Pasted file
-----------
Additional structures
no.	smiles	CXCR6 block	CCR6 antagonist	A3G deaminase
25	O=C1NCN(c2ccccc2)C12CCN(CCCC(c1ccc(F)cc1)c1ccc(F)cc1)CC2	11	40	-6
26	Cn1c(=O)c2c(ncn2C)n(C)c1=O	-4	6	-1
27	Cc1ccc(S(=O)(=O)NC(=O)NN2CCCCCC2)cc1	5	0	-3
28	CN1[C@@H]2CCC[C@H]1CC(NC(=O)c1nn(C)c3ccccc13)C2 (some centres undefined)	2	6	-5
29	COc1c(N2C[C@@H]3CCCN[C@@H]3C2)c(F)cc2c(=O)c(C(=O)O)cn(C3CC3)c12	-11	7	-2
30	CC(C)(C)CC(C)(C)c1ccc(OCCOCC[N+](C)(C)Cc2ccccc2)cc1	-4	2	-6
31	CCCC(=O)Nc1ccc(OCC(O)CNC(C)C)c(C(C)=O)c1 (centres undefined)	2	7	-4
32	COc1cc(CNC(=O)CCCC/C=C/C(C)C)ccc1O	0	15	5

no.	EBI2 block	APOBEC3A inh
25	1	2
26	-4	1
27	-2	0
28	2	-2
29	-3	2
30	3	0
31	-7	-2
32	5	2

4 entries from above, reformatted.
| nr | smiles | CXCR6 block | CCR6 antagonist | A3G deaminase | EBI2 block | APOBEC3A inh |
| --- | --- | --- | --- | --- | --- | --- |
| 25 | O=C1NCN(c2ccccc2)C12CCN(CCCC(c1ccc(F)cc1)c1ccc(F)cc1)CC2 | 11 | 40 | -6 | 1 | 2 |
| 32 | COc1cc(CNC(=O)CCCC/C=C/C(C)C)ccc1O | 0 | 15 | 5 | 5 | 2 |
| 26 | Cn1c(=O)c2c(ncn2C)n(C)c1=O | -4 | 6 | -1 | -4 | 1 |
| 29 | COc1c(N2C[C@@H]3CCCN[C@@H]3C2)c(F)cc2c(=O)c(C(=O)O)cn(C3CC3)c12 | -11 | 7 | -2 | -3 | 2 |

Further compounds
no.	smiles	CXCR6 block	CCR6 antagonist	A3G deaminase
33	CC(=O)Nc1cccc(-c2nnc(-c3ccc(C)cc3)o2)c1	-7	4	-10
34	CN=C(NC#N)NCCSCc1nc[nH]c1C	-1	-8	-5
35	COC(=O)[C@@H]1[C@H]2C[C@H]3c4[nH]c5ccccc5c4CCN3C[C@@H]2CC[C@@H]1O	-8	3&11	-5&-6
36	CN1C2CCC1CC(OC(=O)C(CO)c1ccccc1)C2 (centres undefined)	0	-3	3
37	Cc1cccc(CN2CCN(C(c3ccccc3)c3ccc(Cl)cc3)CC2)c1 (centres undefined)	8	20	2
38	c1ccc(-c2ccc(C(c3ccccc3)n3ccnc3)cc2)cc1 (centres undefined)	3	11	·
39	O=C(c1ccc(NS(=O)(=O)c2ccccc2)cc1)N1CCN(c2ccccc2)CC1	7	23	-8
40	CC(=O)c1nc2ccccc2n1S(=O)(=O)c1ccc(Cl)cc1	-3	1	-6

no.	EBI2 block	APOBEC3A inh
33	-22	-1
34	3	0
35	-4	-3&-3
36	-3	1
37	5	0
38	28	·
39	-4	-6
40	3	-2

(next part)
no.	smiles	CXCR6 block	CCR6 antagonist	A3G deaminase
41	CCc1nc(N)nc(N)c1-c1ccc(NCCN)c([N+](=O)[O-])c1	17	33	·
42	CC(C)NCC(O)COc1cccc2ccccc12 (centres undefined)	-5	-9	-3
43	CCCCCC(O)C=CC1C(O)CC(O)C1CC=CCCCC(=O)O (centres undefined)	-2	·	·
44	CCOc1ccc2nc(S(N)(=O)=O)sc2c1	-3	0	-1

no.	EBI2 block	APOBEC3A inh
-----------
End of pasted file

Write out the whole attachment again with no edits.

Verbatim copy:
Additional structures
no.	smiles	CXCR6 block	CCR6 antagonist	A3G deaminase
25	O=C1NCN(c2ccccc2)C12CCN(CCCC(c1ccc(F)cc1)c1ccc(F)cc1)CC2	11	40	-6
26	Cn1c(=O)c2c(ncn2C)n(C)c1=O	-4	6	-1
27	Cc1ccc(S(=O)(=O)NC(=O)NN2CCCCCC2)cc1	5	0	-3
28	CN1[C@@H]2CCC[C@H]1CC(NC(=O)c1nn(C)c3ccccc13)C2 (some centres undefined)	2	6	-5
29	COc1c(N2C[C@@H]3CCCN[C@@H]3C2)c(F)cc2c(=O)c(C(=O)O)cn(C3CC3)c12	-11	7	-2
30	CC(C)(C)CC(C)(C)c1ccc(OCCOCC[N+](C)(C)Cc2ccccc2)cc1	-4	2	-6
31	CCCC(=O)Nc1ccc(OCC(O)CNC(C)C)c(C(C)=O)c1 (centres undefined)	2	7	-4
32	COc1cc(CNC(=O)CCCC/C=C/C(C)C)ccc1O	0	15	5

no.	EBI2 block	APOBEC3A inh
25	1	2
26	-4	1
27	-2	0
28	2	-2
29	-3	2
30	3	0
31	-7	-2
32	5	2

4 entries from above, reformatted.
| nr | smiles | CXCR6 block | CCR6 antagonist | A3G deaminase | EBI2 block | APOBEC3A inh |
| --- | --- | --- | --- | --- | --- | --- |
| 25 | O=C1NCN(c2ccccc2)C12CCN(CCCC(c1ccc(F)cc1)c1ccc(F)cc1)CC2 | 11 | 40 | -6 | 1 | 2 |
| 32 | COc1cc(CNC(=O)CCCC/C=C/C(C)C)ccc1O | 0 | 15 | 5 | 5 | 2 |
| 26 | Cn1c(=O)c2c(ncn2C)n(C)c1=O | -4 | 6 | -1 | -4 | 1 |
| 29 | COc1c(N2C[C@@H]3CCCN[C@@H]3C2)c(F)cc2c(=O)c(C(=O)O)cn(C3CC3)c12 | -11 | 7 | -2 | -3 | 2 |

Further compounds
no.	smiles	CXCR6 block	CCR6 antagonist	A3G deaminase
33	CC(=O)Nc1cccc(-c2nnc(-c3ccc(C)cc3)o2)c1	-7	4	-10
34	CN=C(NC#N)NCCSCc1nc[nH]c1C	-1	-8	-5
35	COC(=O)[C@@H]1[C@H]2C[C@H]3c4[nH]c5ccccc5c4CCN3C[C@@H]2CC[C@@H]1O	-8	3&11	-5&-6
36	CN1C2CCC1CC(OC(=O)C(CO)c1ccccc1)C2 (centres undefined)	0	-3	3
37	Cc1cccc(CN2CCN(C(c3ccccc3)c3ccc(Cl)cc3)CC2)c1 (centres undefined)	8	20	2
38	c1ccc(-c2ccc(C(c3ccccc3)n3ccnc3)cc2)cc1 (centres undefined)	3	11	·
39	O=C(c1ccc(NS(=O)(=O)c2ccccc2)cc1)N1CCN(c2ccccc2)CC1	7	23	-8
40	CC(=O)c1nc2ccccc2n1S(=O)(=O)c1ccc(Cl)cc1	-3	1	-6

no.	EBI2 block	APOBEC3A inh
33	-22	-1
34	3	0
35	-4	-3&-3
36	-3	1
37	5	0
38	28	·
39	-4	-6
40	3	-2

(next part)
no.	smiles	CXCR6 block	CCR6 antagonist	A3G deaminase
41	CCc1nc(N)nc(N)c1-c1ccc(NCCN)c([N+](=O)[O-])c1	17	33	·
42	CC(C)NCC(O)COc1cccc2ccccc12 (centres undefined)	-5	-9	-3
43	CCCCCC(O)C=CC1C(O)CC(O)C1CC=CCCCC(=O)O (centres undefined)	-2	·	·
44	CCOc1ccc2nc(S(N)(=O)=O)sc2c1	-3	0	-1

no.	EBI2 block	APOBEC3A inh